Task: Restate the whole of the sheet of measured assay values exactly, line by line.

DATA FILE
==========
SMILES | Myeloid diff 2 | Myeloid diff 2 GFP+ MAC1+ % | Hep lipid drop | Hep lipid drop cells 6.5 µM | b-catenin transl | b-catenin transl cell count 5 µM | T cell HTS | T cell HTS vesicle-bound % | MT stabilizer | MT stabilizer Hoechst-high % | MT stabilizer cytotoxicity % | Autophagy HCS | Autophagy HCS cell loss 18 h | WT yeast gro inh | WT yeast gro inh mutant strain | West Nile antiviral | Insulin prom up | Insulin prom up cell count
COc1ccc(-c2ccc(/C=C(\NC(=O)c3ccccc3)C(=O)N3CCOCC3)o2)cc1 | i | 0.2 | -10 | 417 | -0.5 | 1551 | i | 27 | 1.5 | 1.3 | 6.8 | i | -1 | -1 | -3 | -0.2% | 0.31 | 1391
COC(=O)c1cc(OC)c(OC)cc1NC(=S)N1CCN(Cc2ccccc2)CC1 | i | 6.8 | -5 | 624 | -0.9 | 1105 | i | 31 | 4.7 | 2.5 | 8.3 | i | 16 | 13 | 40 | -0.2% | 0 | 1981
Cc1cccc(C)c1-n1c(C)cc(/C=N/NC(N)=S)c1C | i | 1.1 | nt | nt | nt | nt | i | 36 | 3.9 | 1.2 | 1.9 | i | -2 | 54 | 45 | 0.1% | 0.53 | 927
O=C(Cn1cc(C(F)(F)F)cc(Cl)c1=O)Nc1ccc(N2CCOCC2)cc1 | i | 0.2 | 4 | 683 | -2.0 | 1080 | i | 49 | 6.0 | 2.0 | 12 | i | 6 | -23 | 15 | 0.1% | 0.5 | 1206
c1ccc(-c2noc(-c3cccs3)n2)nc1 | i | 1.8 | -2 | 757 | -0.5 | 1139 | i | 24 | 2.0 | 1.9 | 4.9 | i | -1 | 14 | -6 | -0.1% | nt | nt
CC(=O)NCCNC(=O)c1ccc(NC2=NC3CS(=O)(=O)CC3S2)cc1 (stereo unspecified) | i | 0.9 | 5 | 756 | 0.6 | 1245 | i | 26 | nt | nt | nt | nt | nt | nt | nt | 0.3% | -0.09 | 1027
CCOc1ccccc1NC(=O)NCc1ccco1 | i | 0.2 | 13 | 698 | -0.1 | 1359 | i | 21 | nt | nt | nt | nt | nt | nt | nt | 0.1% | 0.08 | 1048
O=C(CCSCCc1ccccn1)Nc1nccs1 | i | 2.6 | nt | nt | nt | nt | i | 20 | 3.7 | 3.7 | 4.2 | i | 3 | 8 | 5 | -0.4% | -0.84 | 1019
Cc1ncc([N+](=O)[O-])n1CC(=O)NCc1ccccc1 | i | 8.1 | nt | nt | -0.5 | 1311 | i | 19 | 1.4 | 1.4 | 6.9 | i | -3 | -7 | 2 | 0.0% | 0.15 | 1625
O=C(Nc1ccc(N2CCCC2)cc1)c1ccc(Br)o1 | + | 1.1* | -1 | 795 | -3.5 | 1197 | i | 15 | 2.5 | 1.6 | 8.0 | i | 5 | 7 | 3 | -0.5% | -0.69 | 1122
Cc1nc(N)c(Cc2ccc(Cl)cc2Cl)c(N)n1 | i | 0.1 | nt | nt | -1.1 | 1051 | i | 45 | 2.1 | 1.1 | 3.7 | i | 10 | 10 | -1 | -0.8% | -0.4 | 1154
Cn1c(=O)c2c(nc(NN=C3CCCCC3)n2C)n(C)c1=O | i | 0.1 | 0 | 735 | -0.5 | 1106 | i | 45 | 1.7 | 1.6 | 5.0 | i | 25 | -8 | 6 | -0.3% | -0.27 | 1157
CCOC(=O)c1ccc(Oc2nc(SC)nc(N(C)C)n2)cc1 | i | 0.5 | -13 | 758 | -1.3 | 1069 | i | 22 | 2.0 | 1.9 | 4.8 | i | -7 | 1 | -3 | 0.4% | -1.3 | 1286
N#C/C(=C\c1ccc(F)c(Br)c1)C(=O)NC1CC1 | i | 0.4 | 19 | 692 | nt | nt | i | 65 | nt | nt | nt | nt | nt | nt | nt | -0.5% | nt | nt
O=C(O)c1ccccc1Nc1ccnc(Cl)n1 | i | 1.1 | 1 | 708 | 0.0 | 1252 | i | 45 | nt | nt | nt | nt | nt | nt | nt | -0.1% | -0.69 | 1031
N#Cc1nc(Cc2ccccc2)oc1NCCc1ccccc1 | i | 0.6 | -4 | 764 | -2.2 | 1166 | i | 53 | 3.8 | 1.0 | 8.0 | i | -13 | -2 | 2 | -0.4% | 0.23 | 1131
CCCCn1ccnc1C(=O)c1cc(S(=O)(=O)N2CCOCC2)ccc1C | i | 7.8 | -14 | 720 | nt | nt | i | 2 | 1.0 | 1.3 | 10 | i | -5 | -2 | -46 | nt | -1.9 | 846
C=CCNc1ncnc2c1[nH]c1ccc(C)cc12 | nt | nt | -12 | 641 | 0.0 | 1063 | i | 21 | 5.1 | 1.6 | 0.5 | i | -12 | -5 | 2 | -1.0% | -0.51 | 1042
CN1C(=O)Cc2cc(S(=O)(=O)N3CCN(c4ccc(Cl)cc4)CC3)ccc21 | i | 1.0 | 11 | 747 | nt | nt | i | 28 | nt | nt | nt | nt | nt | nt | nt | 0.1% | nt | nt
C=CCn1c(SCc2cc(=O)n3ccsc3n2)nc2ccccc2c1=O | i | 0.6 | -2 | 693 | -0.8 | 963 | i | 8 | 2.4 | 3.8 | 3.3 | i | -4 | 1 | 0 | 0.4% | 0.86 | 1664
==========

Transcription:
SMILES | Myeloid diff 2 | Myeloid diff 2 GFP+ MAC1+ % | Hep lipid drop | Hep lipid drop cells 6.5 µM | b-catenin transl | b-catenin transl cell count 5 µM | T cell HTS | T cell HTS vesicle-bound % | MT stabilizer | MT stabilizer Hoechst-high % | MT stabilizer cytotoxicity % | Autophagy HCS | Autophagy HCS cell loss 18 h | WT yeast gro inh | WT yeast gro inh mutant strain | West Nile antiviral | Insulin prom up | Insulin prom up cell count
COc1ccc(-c2ccc(/C=C(\NC(=O)c3ccccc3)C(=O)N3CCOCC3)o2)cc1 | i | 0.2 | -10 | 417 | -0.5 | 1551 | i | 27 | 1.5 | 1.3 | 6.8 | i | -1 | -1 | -3 | -0.2% | 0.31 | 1391
COC(=O)c1cc(OC)c(OC)cc1NC(=S)N1CCN(Cc2ccccc2)CC1 | i | 6.8 | -5 | 624 | -0.9 | 1105 | i | 31 | 4.7 | 2.5 | 8.3 | i | 16 | 13 | 40 | -0.2% | 0 | 1981
Cc1cccc(C)c1-n1c(C)cc(/C=N/NC(N)=S)c1C | i | 1.1 | nt | nt | nt | nt | i | 36 | 3.9 | 1.2 | 1.9 | i | -2 | 54 | 45 | 0.1% | 0.53 | 927
O=C(Cn1cc(C(F)(F)F)cc(Cl)c1=O)Nc1ccc(N2CCOCC2)cc1 | i | 0.2 | 4 | 683 | -2.0 | 1080 | i | 49 | 6.0 | 2.0 | 12 | i | 6 | -23 | 15 | 0.1% | 0.5 | 1206
c1ccc(-c2noc(-c3cccs3)n2)nc1 | i | 1.8 | -2 | 757 | -0.5 | 1139 | i | 24 | 2.0 | 1.9 | 4.9 | i | -1 | 14 | -6 | -0.1% | nt | nt
CC(=O)NCCNC(=O)c1ccc(NC2=NC3CS(=O)(=O)CC3S2)cc1 (stereo unspecified) | i | 0.9 | 5 | 756 | 0.6 | 1245 | i | 26 | nt | nt | nt | nt | nt | nt | nt | 0.3% | -0.09 | 1027
CCOc1ccccc1NC(=O)NCc1ccco1 | i | 0.2 | 13 | 698 | -0.1 | 1359 | i | 21 | nt | nt | nt | nt | nt | nt | nt | 0.1% | 0.08 | 1048
O=C(CCSCCc1ccccn1)Nc1nccs1 | i | 2.6 | nt | nt | nt | nt | i | 20 | 3.7 | 3.7 | 4.2 | i | 3 | 8 | 5 | -0.4% | -0.84 | 1019
Cc1ncc([N+](=O)[O-])n1CC(=O)NCc1ccccc1 | i | 8.1 | nt | nt | -0.5 | 1311 | i | 19 | 1.4 | 1.4 | 6.9 | i | -3 | -7 | 2 | 0.0% | 0.15 | 1625
O=C(Nc1ccc(N2CCCC2)cc1)c1ccc(Br)o1 | + | 1.1* | -1 | 795 | -3.5 | 1197 | i | 15 | 2.5 | 1.6 | 8.0 | i | 5 | 7 | 3 | -0.5% | -0.69 | 1122
Cc1nc(N)c(Cc2ccc(Cl)cc2Cl)c(N)n1 | i | 0.1 | nt | nt | -1.1 | 1051 | i | 45 | 2.1 | 1.1 | 3.7 | i | 10 | 10 | -1 | -0.8% | -0.4 | 1154
Cn1c(=O)c2c(nc(NN=C3CCCCC3)n2C)n(C)c1=O | i | 0.1 | 0 | 735 | -0.5 | 1106 | i | 45 | 1.7 | 1.6 | 5.0 | i | 25 | -8 | 6 | -0.3% | -0.27 | 1157
CCOC(=O)c1ccc(Oc2nc(SC)nc(N(C)C)n2)cc1 | i | 0.5 | -13 | 758 | -1.3 | 1069 | i | 22 | 2.0 | 1.9 | 4.8 | i | -7 | 1 | -3 | 0.4% | -1.3 | 1286
N#C/C(=C\c1ccc(F)c(Br)c1)C(=O)NC1CC1 | i | 0.4 | 19 | 692 | nt | nt | i | 65 | nt | nt | nt | nt | nt | nt | nt | -0.5% | nt | nt
O=C(O)c1ccccc1Nc1ccnc(Cl)n1 | i | 1.1 | 1 | 708 | 0.0 | 1252 | i | 45 | nt | nt | nt | nt | nt | nt | nt | -0.1% | -0.69 | 1031
N#Cc1nc(Cc2ccccc2)oc1NCCc1ccccc1 | i | 0.6 | -4 | 764 | -2.2 | 1166 | i | 53 | 3.8 | 1.0 | 8.0 | i | -13 | -2 | 2 | -0.4% | 0.23 | 1131
CCCCn1ccnc1C(=O)c1cc(S(=O)(=O)N2CCOCC2)ccc1C | i | 7.8 | -14 | 720 | nt | nt | i | 2 | 1.0 | 1.3 | 10 | i | -5 | -2 | -46 | nt | -1.9 | 846
C=CCNc1ncnc2c1[nH]c1ccc(C)cc12 | nt | nt | -12 | 641 | 0.0 | 1063 | i | 21 | 5.1 | 1.6 | 0.5 | i | -12 | -5 | 2 | -1.0% | -0.51 | 1042
CN1C(=O)Cc2cc(S(=O)(=O)N3CCN(c4ccc(Cl)cc4)CC3)ccc21 | i | 1.0 | 11 | 747 | nt | nt | i | 28 | nt | nt | nt | nt | nt | nt | nt | 0.1% | nt | nt
C=CCn1c(SCc2cc(=O)n3ccsc3n2)nc2ccccc2c1=O | i | 0.6 | -2 | 693 | -0.8 | 963 | i | 8 | 2.4 | 3.8 | 3.3 | i | -4 | 1 | 0 | 0.4% | 0.86 | 1664